Well, that was an interesting week. The weather took center-stage as institutions, businesses and events scrambled to avoid the falling snowflakes. As usual, some predictions of snow didn’t pan out, some did and sometimes the snow just fell when it was ready, leaving meteorologists scrambling in its wake.
Music doesn’t get spared any more than other events. Artists are sometimes driving to make it into the city. Ticket holders have to decide whether they eat the tickets and stay at home or brave sometimes rough conditions to travel to shows. Blue Plate Specials often turn into small, intimate groups of downtown neighbors.
Even with the snow this week, a wide range of music was served up to anyone who could make it out to find it. The Blue Plate Special has managed to make it through the week serving up good doses of great music. I stopped in on Wednesday and enjoyed a wide range of music in one program, from an excellent young singer-songwriter to dixieland jazz. Thursday night I was fortunate enough to attend the concert at the Tennessee Theatre with the Knoxville Symphony Orchestra.
Peachy Pyron is an impressive young talent from Atlanta. Her chauffeur for the trip? Her mother. She’s sixteen and has been writing songs for several years. Her first EP, “Worth the Burn” came out when she was fourteen and included five self-penned compositions. She continues to write, perform and stretch herself artistically. According to her mother she declined a shot on “The Voice,” feeling she needed more time to refine her skills.
And skills she has in spades. Not only are her current songs showing strong promise and her guitar (and keyboard) skills strong, her voice is really something special. The girl dared tackle “Son of a Preacher Man,” which apparently she worked up when she was twelve-years-old and her father suggested it only be played at home and her own arrangement of Prince’s “Purple Rain.” It takes a lot of nerve to tackle either and she did so very well. I’ve posted a video below for you to experience the strength of her performance for yourself. The girl will be heard from in the future.
The Old City Buskers are familiar to most of us who live in or frequent downtown. How many Market Square Farmers’ Markets have been made to feel more like a party by any other variable than their performances? Dixieland music makes people smile and want to dance and they deliver it very well. The rotating cast of characters started centered around swing dancing and much of their music is very danceable as the deliver songs fresh from the 1920s, 1930s and 1940s. Fun music always well done is hard to beat.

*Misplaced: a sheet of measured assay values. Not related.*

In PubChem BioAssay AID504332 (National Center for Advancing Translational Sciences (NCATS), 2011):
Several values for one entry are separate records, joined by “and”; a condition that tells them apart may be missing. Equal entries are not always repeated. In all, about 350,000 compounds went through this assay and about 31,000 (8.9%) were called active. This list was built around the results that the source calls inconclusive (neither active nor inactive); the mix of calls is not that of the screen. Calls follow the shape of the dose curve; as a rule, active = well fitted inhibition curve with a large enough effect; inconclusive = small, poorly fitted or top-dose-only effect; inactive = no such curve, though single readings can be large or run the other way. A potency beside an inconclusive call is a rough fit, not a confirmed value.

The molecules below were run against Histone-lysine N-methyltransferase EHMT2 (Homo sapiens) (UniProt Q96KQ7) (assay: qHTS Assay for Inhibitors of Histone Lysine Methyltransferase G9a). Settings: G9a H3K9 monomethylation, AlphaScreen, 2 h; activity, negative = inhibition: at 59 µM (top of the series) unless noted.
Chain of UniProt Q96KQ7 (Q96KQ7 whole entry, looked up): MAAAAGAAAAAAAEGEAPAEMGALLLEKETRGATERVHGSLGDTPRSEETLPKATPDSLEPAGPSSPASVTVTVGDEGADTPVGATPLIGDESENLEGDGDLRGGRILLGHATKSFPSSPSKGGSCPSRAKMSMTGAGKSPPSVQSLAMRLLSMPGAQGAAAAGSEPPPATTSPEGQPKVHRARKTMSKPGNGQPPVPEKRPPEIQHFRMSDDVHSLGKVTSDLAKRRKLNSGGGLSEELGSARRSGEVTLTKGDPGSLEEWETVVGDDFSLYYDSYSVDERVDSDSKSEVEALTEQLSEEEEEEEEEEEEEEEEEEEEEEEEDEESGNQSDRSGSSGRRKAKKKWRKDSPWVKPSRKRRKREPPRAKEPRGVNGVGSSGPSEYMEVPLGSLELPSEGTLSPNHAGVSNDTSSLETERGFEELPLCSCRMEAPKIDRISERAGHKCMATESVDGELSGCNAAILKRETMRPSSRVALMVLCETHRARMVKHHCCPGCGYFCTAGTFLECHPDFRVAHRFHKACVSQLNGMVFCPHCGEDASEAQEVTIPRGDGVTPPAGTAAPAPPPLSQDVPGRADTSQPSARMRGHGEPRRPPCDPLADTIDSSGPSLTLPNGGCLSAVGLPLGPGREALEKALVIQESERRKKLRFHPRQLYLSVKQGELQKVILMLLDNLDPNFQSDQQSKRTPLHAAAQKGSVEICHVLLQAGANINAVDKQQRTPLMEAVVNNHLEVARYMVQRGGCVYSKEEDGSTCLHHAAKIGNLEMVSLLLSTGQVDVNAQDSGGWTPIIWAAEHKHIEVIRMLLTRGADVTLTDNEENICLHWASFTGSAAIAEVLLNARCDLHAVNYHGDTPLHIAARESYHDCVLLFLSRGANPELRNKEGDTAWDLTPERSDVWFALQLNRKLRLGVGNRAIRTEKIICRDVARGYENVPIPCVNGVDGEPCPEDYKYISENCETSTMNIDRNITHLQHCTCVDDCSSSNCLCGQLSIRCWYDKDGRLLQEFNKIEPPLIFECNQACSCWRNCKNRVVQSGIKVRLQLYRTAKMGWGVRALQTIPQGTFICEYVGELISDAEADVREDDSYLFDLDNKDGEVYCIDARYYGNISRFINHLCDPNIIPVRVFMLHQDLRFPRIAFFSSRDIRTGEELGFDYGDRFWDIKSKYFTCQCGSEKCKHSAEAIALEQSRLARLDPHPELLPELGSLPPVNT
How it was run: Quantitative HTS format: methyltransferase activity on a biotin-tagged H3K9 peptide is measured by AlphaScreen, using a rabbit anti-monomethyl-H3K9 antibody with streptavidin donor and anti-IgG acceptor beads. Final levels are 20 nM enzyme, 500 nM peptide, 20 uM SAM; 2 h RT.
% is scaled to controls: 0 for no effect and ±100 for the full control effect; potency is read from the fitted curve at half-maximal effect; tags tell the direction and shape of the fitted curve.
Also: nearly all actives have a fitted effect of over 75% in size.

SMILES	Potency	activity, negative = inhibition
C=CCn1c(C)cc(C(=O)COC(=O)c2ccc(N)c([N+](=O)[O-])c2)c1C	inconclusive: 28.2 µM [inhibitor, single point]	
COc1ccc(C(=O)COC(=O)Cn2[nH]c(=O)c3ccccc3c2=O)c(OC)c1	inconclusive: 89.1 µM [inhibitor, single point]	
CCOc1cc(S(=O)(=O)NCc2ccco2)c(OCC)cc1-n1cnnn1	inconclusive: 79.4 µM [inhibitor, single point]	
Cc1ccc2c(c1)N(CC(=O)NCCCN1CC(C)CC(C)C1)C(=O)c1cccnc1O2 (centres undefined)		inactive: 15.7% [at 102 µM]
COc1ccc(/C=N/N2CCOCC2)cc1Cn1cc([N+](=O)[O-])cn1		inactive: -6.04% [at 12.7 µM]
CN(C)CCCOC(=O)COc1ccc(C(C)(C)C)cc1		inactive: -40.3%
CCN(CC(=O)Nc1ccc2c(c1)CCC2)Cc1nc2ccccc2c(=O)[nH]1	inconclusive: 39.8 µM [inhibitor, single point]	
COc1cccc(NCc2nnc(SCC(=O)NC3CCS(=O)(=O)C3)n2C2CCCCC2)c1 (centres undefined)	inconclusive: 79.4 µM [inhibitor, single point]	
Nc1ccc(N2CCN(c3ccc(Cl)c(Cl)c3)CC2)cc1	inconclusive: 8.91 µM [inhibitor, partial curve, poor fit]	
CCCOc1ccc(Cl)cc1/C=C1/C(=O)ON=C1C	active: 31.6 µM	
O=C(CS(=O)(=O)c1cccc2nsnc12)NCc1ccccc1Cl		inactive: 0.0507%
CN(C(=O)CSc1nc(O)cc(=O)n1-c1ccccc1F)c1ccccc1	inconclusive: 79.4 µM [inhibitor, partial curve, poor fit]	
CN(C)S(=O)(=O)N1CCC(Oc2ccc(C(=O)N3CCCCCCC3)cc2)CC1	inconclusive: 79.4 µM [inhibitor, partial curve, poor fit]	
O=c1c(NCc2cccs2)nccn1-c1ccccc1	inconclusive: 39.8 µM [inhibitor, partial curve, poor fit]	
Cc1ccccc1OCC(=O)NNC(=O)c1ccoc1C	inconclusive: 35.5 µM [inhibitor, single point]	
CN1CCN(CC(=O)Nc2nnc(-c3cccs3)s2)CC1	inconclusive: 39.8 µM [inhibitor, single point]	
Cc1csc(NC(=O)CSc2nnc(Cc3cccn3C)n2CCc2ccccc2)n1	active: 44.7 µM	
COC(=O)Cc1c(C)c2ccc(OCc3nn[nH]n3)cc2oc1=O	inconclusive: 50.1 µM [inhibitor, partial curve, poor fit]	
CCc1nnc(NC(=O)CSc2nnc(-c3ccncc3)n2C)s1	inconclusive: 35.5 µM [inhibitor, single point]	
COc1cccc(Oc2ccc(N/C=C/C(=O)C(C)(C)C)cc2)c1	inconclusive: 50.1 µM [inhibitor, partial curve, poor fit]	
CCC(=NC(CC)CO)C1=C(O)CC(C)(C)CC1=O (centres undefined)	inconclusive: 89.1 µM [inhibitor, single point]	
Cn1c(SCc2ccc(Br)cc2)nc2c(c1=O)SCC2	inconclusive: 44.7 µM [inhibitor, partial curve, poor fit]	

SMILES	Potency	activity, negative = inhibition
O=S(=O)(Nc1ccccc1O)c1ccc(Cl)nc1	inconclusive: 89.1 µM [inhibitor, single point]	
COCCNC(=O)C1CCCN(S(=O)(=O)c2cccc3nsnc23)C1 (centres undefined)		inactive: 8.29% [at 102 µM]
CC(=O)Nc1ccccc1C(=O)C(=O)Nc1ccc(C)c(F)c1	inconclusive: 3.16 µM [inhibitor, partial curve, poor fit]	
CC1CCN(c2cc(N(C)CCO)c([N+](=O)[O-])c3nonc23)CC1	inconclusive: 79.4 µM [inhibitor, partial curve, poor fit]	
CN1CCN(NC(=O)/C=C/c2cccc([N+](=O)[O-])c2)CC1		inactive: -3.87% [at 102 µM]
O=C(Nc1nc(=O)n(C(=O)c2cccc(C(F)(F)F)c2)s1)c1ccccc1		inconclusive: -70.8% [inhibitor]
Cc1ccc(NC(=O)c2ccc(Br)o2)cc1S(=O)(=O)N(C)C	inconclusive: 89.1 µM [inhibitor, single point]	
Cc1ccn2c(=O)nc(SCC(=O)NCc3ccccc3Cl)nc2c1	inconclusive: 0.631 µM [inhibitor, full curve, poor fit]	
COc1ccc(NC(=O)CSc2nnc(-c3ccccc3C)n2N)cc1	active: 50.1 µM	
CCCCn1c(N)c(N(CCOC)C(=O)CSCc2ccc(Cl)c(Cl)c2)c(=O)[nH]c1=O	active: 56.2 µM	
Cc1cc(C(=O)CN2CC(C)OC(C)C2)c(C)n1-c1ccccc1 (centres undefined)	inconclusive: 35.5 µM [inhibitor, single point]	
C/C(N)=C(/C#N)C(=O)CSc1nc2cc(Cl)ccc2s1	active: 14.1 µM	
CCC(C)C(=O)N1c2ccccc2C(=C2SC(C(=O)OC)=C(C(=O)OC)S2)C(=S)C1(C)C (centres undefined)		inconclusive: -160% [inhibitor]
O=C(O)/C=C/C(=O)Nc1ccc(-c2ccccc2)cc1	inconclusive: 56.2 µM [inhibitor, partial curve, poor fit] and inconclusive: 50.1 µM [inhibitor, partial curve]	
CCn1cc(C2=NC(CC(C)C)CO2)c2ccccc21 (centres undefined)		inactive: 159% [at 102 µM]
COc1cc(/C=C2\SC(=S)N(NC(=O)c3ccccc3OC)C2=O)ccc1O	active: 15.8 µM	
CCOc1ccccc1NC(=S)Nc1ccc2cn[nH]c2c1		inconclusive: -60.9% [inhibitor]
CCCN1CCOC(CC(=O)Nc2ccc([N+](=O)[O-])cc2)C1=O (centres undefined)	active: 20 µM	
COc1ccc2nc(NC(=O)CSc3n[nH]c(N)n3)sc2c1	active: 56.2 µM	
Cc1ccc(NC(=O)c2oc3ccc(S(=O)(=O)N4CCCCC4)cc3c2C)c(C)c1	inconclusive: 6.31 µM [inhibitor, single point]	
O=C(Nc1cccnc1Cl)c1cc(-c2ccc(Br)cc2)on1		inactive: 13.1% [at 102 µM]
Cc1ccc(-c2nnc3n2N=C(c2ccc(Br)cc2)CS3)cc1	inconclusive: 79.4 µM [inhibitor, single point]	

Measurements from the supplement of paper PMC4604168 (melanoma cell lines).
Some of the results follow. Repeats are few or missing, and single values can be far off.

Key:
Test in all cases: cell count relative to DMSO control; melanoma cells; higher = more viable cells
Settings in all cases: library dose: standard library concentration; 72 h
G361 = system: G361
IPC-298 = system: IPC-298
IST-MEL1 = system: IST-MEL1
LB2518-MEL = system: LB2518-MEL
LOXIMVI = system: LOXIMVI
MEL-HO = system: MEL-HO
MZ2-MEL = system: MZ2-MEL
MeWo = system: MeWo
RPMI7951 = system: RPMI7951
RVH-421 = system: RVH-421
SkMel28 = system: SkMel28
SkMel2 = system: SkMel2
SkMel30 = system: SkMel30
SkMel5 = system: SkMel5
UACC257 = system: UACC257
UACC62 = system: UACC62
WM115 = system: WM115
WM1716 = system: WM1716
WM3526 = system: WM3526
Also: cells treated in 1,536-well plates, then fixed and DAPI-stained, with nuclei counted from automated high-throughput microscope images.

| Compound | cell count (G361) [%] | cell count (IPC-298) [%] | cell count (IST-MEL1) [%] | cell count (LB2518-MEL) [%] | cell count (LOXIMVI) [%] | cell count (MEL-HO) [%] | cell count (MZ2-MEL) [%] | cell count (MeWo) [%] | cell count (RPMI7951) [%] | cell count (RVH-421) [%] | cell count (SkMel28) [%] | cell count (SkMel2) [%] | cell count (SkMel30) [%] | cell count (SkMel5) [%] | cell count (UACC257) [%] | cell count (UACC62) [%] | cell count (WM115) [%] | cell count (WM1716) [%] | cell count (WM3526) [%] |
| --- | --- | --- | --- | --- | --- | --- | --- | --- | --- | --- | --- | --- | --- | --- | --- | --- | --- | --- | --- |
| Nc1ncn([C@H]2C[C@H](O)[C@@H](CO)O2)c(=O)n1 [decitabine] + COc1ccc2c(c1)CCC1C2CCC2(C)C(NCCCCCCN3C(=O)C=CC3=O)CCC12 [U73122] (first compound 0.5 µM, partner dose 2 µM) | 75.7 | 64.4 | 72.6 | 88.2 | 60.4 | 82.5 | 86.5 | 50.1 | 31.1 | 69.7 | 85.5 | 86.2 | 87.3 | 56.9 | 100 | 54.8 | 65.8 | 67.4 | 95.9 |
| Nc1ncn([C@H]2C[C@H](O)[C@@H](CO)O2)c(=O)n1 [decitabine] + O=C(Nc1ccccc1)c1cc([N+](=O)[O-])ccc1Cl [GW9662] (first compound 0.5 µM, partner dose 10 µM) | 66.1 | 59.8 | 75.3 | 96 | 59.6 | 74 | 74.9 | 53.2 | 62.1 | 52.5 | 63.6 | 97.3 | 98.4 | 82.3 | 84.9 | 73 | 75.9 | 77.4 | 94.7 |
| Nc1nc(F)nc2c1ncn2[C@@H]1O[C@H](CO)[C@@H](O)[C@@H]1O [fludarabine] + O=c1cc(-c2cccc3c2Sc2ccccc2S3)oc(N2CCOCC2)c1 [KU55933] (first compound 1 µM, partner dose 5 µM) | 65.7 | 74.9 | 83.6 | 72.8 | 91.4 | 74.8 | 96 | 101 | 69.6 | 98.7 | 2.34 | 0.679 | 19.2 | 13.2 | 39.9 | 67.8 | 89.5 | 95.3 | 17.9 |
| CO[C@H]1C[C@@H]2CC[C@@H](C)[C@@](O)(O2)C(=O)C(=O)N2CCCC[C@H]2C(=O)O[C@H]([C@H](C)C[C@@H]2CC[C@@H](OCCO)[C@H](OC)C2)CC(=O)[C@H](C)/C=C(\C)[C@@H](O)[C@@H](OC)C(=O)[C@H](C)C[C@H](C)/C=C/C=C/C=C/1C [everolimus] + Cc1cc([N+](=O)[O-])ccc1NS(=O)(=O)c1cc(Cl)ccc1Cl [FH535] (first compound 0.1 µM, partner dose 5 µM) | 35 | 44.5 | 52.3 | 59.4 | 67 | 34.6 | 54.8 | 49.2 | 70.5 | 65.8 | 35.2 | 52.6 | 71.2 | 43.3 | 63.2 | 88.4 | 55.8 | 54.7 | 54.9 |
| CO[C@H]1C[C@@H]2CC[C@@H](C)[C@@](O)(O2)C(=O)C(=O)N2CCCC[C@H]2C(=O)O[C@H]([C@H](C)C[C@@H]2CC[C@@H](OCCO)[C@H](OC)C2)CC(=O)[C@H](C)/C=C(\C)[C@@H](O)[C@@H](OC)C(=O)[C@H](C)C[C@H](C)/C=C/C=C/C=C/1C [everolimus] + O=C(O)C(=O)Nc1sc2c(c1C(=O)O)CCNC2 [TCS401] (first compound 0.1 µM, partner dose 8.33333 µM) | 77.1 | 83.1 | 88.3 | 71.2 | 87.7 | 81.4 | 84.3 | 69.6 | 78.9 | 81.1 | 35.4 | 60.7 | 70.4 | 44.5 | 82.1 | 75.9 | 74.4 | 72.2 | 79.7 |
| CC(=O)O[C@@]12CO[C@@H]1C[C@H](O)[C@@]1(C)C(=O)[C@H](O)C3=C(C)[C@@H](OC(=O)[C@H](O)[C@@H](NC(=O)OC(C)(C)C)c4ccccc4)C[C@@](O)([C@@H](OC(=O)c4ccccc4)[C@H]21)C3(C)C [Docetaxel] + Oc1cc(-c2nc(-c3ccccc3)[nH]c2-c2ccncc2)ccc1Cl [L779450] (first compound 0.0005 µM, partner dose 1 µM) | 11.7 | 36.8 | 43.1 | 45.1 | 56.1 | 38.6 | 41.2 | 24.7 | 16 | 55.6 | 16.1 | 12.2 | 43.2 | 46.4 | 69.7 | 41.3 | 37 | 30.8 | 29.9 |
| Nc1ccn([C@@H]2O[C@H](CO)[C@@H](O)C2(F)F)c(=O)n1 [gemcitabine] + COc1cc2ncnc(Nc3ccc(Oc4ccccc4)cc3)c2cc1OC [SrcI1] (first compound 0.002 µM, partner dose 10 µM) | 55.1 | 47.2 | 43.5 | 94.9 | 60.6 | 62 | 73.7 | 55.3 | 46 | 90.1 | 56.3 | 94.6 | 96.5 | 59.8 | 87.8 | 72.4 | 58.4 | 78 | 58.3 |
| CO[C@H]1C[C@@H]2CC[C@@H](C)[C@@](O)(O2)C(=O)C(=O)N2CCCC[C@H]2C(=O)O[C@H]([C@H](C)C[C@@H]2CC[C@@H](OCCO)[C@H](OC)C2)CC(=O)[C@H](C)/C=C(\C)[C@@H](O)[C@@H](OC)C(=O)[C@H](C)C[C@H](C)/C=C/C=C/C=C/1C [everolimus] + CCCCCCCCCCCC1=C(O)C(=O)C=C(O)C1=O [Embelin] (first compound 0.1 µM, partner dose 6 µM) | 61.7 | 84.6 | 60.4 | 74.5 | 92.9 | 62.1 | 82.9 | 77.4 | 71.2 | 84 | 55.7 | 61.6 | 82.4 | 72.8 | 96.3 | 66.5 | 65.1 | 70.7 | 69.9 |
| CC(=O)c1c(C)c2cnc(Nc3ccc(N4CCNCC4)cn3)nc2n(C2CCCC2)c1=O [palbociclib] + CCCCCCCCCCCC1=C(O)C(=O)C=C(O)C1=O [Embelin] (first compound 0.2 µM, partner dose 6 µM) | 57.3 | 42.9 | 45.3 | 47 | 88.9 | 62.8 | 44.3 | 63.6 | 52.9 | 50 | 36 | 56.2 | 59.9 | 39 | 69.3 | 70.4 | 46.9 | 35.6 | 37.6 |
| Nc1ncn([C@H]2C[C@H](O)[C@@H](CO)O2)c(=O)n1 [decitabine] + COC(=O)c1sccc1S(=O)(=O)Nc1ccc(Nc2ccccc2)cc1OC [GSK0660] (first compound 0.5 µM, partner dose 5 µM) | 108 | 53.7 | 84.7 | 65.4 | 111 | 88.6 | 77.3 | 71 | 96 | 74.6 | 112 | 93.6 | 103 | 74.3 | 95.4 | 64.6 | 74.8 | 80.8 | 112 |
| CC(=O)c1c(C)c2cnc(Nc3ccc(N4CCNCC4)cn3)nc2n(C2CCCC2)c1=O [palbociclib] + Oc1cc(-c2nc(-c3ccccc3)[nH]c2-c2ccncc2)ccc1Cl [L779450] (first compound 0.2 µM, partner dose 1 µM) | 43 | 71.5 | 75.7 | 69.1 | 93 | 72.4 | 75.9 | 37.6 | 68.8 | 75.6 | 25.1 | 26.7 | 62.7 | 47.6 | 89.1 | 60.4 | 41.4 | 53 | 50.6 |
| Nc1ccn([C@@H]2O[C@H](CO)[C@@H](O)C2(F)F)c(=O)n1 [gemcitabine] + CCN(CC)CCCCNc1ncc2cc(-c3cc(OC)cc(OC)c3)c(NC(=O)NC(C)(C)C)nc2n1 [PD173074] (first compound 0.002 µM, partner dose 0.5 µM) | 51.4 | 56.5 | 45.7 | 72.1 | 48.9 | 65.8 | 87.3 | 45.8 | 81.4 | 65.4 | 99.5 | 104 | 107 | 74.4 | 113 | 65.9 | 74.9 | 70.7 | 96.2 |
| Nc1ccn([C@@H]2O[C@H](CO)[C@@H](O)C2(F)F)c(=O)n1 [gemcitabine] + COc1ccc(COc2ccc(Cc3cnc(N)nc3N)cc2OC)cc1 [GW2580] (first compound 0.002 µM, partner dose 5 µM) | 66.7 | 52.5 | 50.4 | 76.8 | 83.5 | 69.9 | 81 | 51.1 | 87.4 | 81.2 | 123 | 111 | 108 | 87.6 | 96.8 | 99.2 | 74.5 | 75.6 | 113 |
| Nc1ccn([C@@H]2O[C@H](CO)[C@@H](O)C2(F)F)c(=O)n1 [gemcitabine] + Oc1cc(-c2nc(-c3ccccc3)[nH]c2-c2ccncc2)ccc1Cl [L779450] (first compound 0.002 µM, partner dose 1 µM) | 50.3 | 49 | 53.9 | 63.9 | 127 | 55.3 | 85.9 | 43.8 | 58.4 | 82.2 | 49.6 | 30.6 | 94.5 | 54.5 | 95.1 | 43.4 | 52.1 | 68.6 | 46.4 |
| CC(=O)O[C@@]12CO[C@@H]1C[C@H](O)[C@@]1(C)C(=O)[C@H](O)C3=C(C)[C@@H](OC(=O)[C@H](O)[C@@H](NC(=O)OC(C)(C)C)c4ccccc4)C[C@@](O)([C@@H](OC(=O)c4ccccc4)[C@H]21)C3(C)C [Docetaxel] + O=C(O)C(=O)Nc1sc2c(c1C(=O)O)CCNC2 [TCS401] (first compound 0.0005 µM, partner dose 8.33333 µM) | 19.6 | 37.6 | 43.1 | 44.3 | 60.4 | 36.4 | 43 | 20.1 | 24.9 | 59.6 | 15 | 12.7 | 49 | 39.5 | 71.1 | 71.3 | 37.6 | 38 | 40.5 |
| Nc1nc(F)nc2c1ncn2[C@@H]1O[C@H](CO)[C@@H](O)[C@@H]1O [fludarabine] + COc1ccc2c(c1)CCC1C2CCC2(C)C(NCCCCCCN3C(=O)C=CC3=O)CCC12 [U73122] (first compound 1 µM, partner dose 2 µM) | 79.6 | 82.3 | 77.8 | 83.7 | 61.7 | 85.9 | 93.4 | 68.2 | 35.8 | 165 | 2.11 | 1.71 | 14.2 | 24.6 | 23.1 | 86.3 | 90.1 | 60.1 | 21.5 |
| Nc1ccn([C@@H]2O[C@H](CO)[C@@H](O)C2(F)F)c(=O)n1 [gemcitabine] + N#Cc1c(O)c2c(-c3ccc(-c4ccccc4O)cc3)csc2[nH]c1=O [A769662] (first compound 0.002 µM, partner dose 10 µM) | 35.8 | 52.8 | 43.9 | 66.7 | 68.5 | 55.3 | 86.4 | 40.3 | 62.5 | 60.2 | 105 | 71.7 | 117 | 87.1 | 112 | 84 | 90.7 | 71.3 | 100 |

And then there is the amazing gift we have of the Knoxville Symphony Orchestra. Currently searching for a conductor, the symphony is celebrating its 80th season, which is no small feat. It’s really something of which Knoxville needs to be proud and which needs to be appreciated for its high caliber. Each performance in this season will feature a different conductor as the search continues.
Aram Demirjian, currently associate conductor for the Kansas City Symphony, served as guest conductor this week and Urban Woman compared him to James Trimble of the Dirty Guv’nahs for his very physical style. I have no idea how it would be viewed in proper circles, but to us it was very entertaining. His interaction with featured performer Phillipe Quint, whose performance simply stunned us, arrested our attention.
One of the most essential components of a symphony performance for us is what the conductor helps us learn as we go. While I have easily a couple hundred classical pieces on my ipod, I’m never going to be well educated on the music and composers, so tips regarding what I’m about to hear are key to my enjoyment and Mr. Demirjian did an excellent job of prepping us for selections from Adams (“Lollapolooza”), Legiti (“Concert Romaniesc”) and Bruch (Concerto for Violin and Orchestra No. 1 in G minor, Op. 26). The second portion of the program was devoted to Beethoven’s “Symphony No. 7 in A Major, Op. 92.”
With tickets topping out at $83, it’s not a cheap decision, perhaps for young people to purchase a ticket. There are less expensive tickets, however. A front row seat in the balcony runs about $60, for example and you can get in for less. It’s important that younger people start making a connection to this vital cultural institution. Maybe pick one show each season? You may love it you find yourself wanting more. Music at that level paired with our beautiful Tennessee Theatre is a hard combination to beat. A special thanks to the symphony for allowing me to take photographs so I could bring them to you.
As is generally the case, I’ll likely share more photographs of each of these shows on the Inside of Knoxville Facebook page sometime this weekend.